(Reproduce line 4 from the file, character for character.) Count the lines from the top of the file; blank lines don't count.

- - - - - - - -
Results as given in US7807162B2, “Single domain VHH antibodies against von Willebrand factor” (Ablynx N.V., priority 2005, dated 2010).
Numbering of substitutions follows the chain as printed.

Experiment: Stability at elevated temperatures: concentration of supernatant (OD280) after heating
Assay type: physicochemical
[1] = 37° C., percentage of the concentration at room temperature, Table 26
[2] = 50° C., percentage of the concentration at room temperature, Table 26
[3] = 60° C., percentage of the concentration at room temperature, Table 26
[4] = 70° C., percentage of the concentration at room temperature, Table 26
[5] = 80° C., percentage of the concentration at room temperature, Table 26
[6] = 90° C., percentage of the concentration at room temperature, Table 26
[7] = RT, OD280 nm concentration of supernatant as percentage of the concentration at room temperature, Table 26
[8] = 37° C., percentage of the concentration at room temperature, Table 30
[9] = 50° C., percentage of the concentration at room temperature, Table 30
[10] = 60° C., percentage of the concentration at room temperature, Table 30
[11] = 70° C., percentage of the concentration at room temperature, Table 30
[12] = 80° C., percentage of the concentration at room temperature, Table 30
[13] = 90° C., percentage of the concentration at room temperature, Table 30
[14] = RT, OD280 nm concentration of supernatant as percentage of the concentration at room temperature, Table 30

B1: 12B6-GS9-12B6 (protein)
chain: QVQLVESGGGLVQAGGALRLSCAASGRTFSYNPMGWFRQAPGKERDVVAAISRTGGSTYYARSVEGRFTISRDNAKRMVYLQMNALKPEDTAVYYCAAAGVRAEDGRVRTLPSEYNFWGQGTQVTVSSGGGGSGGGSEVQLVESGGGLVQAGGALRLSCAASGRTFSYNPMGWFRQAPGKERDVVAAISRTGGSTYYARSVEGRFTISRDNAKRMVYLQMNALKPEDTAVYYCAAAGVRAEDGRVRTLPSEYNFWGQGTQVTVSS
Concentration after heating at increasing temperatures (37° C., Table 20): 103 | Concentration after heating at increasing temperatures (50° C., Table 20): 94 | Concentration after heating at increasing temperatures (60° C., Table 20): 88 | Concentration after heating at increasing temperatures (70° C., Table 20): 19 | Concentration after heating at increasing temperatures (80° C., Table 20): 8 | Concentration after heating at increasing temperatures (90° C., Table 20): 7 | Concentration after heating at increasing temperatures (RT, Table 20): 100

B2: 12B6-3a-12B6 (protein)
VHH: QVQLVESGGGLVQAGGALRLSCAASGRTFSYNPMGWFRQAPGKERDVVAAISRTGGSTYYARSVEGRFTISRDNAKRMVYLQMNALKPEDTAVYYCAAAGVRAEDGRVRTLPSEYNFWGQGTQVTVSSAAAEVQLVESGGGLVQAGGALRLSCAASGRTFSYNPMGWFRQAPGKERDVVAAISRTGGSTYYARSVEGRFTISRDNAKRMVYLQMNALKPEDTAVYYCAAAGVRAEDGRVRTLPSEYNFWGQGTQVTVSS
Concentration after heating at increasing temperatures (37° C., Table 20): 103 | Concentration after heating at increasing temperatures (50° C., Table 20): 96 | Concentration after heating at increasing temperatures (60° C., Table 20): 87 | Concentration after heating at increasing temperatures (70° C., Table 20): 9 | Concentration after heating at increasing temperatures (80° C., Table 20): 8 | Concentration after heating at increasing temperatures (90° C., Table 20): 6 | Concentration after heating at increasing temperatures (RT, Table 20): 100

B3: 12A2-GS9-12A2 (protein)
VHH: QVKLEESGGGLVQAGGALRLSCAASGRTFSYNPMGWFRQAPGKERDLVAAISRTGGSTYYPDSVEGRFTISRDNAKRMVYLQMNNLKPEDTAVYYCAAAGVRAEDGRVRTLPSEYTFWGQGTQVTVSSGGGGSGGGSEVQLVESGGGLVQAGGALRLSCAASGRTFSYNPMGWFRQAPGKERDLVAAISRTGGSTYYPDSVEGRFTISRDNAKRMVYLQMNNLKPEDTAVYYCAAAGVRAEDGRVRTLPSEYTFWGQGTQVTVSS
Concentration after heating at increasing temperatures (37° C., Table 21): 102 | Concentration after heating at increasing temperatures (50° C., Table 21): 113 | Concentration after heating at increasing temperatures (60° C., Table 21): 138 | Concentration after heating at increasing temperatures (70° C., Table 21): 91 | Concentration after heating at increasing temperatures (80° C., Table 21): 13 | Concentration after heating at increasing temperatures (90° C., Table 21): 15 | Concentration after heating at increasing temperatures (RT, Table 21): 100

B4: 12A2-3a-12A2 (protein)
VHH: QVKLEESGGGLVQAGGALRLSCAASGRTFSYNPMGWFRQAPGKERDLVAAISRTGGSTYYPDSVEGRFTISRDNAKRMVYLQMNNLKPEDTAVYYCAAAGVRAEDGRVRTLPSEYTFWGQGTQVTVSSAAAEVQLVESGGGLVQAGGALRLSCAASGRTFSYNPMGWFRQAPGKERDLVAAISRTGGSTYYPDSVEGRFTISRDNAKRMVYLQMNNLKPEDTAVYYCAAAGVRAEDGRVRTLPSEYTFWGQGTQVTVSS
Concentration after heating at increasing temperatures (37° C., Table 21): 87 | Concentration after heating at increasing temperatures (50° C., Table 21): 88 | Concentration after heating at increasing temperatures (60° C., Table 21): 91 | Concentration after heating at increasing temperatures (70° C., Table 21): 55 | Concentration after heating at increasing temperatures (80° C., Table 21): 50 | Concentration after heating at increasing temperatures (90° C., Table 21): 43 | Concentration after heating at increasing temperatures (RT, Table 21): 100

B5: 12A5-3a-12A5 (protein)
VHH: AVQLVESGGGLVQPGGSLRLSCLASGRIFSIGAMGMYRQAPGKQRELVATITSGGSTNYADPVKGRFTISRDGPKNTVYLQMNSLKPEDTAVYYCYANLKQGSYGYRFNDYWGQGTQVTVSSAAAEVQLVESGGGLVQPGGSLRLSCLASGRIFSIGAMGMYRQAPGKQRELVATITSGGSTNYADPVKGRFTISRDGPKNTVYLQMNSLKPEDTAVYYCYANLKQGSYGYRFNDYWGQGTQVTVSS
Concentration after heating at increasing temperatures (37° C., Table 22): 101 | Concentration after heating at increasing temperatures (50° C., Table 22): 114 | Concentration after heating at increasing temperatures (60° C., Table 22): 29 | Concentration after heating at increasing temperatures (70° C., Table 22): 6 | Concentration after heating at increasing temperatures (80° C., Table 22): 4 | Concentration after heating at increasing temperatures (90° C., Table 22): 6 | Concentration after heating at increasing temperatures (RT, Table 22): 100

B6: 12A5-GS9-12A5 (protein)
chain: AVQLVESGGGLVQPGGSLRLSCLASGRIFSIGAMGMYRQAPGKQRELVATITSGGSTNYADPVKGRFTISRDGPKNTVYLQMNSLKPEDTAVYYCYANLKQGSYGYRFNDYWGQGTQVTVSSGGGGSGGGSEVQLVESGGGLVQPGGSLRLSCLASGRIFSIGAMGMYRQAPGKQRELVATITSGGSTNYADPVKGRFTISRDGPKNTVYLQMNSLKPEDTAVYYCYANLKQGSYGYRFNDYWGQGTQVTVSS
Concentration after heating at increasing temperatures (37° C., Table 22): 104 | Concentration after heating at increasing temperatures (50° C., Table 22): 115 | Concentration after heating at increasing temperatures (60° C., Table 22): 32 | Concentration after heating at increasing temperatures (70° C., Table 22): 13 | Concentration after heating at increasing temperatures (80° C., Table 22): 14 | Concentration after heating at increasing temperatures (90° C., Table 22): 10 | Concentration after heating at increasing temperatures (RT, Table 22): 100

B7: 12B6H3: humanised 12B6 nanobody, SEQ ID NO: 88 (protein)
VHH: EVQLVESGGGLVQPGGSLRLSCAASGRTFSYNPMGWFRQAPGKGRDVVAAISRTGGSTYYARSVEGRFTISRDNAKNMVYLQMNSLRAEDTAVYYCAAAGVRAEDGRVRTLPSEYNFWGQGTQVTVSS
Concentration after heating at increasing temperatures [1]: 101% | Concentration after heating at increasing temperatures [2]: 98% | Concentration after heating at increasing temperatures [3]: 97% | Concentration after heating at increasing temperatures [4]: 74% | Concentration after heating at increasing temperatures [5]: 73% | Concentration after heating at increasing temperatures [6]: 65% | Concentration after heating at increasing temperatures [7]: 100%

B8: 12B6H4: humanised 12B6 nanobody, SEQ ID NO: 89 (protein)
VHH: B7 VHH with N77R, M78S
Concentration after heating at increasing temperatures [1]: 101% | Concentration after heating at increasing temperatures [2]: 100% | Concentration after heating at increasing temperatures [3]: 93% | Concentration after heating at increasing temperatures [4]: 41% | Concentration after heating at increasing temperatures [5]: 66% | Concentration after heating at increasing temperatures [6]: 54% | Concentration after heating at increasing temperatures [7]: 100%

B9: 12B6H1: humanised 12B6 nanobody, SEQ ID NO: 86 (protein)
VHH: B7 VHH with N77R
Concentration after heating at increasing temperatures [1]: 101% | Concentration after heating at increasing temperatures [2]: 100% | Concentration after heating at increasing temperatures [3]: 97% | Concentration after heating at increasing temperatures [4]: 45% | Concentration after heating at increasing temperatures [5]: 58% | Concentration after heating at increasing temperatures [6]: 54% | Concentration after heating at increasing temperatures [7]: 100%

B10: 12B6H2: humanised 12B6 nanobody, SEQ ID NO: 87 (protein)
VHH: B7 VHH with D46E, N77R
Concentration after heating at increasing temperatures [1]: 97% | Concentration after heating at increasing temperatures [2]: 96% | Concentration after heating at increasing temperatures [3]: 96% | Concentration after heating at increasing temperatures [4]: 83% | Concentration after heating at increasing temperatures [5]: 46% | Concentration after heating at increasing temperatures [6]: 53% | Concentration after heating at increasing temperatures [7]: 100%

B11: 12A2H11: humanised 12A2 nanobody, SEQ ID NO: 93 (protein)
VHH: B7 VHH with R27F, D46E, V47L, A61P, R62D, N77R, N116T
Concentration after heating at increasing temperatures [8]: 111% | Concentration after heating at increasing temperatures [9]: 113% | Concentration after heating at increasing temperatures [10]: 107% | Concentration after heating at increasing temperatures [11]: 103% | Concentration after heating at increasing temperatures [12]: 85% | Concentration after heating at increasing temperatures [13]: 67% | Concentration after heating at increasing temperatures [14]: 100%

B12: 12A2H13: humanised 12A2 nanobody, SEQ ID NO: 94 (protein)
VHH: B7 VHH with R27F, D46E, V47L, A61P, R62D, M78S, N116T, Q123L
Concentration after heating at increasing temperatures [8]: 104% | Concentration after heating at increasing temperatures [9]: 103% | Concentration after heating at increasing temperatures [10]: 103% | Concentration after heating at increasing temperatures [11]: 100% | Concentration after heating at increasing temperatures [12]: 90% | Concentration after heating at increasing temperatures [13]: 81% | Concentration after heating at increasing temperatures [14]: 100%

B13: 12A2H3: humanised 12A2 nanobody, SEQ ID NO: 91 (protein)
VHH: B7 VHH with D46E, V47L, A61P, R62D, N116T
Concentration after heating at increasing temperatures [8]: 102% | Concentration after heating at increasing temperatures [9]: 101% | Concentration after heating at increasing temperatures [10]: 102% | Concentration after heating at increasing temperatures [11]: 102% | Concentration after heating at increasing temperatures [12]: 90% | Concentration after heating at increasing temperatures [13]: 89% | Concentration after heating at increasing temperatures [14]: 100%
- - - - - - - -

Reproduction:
Assay type: physicochemical